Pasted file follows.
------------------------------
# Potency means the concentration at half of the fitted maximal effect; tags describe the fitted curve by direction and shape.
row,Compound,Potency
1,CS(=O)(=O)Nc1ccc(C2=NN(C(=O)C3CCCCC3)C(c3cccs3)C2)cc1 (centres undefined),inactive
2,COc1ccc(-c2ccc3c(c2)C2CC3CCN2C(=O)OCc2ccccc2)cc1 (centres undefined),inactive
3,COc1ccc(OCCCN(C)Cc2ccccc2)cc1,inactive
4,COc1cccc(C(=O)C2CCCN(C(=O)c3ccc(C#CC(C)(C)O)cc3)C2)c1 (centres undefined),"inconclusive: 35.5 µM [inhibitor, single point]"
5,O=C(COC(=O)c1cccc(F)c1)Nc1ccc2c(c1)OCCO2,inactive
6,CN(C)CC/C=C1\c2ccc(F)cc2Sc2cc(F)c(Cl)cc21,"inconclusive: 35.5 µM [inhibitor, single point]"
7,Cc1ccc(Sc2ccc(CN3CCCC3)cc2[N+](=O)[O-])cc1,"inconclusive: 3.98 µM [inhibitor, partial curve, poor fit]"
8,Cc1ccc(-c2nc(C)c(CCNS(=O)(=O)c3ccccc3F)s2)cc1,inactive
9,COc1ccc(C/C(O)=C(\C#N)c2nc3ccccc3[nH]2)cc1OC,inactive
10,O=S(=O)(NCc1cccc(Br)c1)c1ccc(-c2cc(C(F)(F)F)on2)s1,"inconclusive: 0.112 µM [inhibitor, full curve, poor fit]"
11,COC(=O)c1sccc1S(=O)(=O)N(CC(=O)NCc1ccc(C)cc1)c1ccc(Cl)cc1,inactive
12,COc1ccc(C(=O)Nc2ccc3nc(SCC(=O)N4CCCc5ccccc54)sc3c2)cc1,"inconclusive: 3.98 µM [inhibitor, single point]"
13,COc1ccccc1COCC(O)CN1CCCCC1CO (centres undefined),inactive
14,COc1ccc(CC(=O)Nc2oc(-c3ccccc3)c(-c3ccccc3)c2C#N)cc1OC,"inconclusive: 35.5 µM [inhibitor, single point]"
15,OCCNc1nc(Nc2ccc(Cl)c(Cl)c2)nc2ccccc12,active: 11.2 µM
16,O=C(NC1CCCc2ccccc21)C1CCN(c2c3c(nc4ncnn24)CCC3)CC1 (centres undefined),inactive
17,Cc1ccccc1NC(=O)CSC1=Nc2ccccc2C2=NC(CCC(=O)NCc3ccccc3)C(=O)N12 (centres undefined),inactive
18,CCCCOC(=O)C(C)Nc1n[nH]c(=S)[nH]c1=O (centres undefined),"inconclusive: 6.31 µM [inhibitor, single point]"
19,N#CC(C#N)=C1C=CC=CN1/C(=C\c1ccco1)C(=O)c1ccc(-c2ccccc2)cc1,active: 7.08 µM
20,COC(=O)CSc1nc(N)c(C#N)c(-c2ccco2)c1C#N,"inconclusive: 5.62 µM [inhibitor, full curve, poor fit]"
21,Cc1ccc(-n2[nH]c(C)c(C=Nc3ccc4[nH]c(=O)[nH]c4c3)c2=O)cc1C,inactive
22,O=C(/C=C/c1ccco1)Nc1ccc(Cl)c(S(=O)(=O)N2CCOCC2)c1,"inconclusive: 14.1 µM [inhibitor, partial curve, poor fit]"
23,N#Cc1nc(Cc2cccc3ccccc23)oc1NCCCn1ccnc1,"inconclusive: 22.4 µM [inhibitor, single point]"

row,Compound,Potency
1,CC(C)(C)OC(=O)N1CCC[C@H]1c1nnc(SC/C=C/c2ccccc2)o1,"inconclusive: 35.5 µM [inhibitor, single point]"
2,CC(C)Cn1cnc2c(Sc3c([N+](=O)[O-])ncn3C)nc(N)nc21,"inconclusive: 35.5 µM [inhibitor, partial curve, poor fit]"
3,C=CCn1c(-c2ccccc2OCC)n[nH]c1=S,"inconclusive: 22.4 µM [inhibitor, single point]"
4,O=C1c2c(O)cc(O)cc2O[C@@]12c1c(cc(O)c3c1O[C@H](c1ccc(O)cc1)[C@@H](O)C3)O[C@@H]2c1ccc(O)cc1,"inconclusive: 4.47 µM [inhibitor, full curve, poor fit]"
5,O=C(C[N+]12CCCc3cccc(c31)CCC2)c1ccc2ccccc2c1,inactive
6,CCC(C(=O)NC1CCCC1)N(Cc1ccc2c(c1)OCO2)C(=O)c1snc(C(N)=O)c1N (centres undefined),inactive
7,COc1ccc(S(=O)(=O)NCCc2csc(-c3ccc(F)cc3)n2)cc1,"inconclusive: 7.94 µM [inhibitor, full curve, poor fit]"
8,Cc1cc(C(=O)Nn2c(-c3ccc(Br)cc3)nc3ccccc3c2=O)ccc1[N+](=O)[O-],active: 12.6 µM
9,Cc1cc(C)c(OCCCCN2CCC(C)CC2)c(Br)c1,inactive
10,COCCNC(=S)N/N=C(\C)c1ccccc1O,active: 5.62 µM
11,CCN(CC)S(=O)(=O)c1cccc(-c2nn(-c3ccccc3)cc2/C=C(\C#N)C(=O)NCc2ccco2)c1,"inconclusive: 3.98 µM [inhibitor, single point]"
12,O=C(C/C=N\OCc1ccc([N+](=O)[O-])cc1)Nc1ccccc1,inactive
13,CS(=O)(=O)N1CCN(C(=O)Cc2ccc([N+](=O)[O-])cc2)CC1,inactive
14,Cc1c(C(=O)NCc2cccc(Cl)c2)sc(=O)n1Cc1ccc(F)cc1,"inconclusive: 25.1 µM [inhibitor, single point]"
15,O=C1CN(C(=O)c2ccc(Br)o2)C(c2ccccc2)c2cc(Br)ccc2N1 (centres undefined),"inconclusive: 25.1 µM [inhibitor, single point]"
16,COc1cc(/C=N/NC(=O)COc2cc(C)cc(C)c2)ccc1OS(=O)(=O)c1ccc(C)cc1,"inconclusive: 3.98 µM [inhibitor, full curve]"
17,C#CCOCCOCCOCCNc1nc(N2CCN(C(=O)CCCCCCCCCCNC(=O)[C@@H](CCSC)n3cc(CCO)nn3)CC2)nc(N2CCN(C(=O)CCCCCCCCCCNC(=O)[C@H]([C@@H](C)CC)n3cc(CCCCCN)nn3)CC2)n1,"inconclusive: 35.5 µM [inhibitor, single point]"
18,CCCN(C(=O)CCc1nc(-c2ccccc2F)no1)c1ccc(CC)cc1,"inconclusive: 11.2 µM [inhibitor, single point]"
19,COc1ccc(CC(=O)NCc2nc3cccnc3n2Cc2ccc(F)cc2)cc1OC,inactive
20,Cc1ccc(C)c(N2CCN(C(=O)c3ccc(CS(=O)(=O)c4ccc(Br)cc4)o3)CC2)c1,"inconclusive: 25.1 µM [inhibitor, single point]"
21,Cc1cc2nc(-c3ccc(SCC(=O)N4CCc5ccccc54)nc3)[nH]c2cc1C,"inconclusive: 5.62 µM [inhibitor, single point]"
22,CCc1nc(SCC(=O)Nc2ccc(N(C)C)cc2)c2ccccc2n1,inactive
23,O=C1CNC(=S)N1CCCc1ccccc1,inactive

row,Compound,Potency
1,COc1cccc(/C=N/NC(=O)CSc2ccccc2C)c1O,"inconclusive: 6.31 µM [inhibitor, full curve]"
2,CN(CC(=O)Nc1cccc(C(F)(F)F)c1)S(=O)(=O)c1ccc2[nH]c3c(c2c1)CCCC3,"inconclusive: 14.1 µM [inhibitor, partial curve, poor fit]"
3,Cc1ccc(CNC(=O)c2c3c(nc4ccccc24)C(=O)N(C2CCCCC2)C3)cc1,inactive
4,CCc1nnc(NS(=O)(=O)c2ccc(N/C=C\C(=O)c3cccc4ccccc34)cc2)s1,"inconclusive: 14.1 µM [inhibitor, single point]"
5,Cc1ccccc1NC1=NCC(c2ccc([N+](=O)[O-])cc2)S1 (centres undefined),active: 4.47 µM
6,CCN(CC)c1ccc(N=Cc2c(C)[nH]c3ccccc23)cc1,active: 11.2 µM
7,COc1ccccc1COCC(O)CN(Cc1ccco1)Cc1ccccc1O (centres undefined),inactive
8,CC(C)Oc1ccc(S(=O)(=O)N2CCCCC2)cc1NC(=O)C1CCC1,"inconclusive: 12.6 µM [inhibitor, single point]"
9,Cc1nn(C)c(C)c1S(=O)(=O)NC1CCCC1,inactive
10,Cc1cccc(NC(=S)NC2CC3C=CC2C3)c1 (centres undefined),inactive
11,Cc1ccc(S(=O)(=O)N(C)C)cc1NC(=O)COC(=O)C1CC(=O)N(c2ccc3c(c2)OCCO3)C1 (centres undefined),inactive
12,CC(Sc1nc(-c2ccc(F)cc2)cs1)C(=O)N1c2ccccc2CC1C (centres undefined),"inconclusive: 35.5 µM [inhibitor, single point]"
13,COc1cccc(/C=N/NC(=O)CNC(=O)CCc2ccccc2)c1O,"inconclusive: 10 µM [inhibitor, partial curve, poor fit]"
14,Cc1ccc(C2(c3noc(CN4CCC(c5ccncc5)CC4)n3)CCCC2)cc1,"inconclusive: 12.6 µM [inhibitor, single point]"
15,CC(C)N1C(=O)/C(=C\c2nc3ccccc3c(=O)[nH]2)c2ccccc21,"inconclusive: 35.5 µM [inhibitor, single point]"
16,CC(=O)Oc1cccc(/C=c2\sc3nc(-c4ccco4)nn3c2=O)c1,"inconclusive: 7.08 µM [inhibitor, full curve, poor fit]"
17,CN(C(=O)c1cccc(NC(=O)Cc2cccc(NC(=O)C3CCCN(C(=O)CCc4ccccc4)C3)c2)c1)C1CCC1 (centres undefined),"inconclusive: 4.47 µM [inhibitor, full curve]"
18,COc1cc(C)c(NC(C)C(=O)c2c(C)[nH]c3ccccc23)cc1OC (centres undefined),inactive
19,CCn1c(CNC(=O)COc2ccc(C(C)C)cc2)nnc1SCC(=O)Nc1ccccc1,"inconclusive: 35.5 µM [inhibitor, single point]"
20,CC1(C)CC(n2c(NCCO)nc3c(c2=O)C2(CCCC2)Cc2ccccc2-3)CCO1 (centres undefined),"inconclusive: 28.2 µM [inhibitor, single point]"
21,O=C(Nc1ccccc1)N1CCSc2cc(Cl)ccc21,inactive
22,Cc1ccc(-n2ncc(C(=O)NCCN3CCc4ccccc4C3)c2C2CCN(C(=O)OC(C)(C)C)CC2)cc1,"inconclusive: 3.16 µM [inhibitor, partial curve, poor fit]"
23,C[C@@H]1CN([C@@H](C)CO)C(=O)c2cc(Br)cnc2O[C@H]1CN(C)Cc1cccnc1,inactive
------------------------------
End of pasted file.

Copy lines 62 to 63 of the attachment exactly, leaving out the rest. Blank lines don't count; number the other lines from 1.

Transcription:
12,CC(Sc1nc(-c2ccc(F)cc2)cs1)C(=O)N1c2ccccc2CC1C (centres undefined),"inconclusive: 35.5 µM [inhibitor, single point]"
13,COc1cccc(/C=N/NC(=O)CNC(=O)CCc2ccccc2)c1O,"inconclusive: 10 µM [inhibitor, partial curve, poor fit]"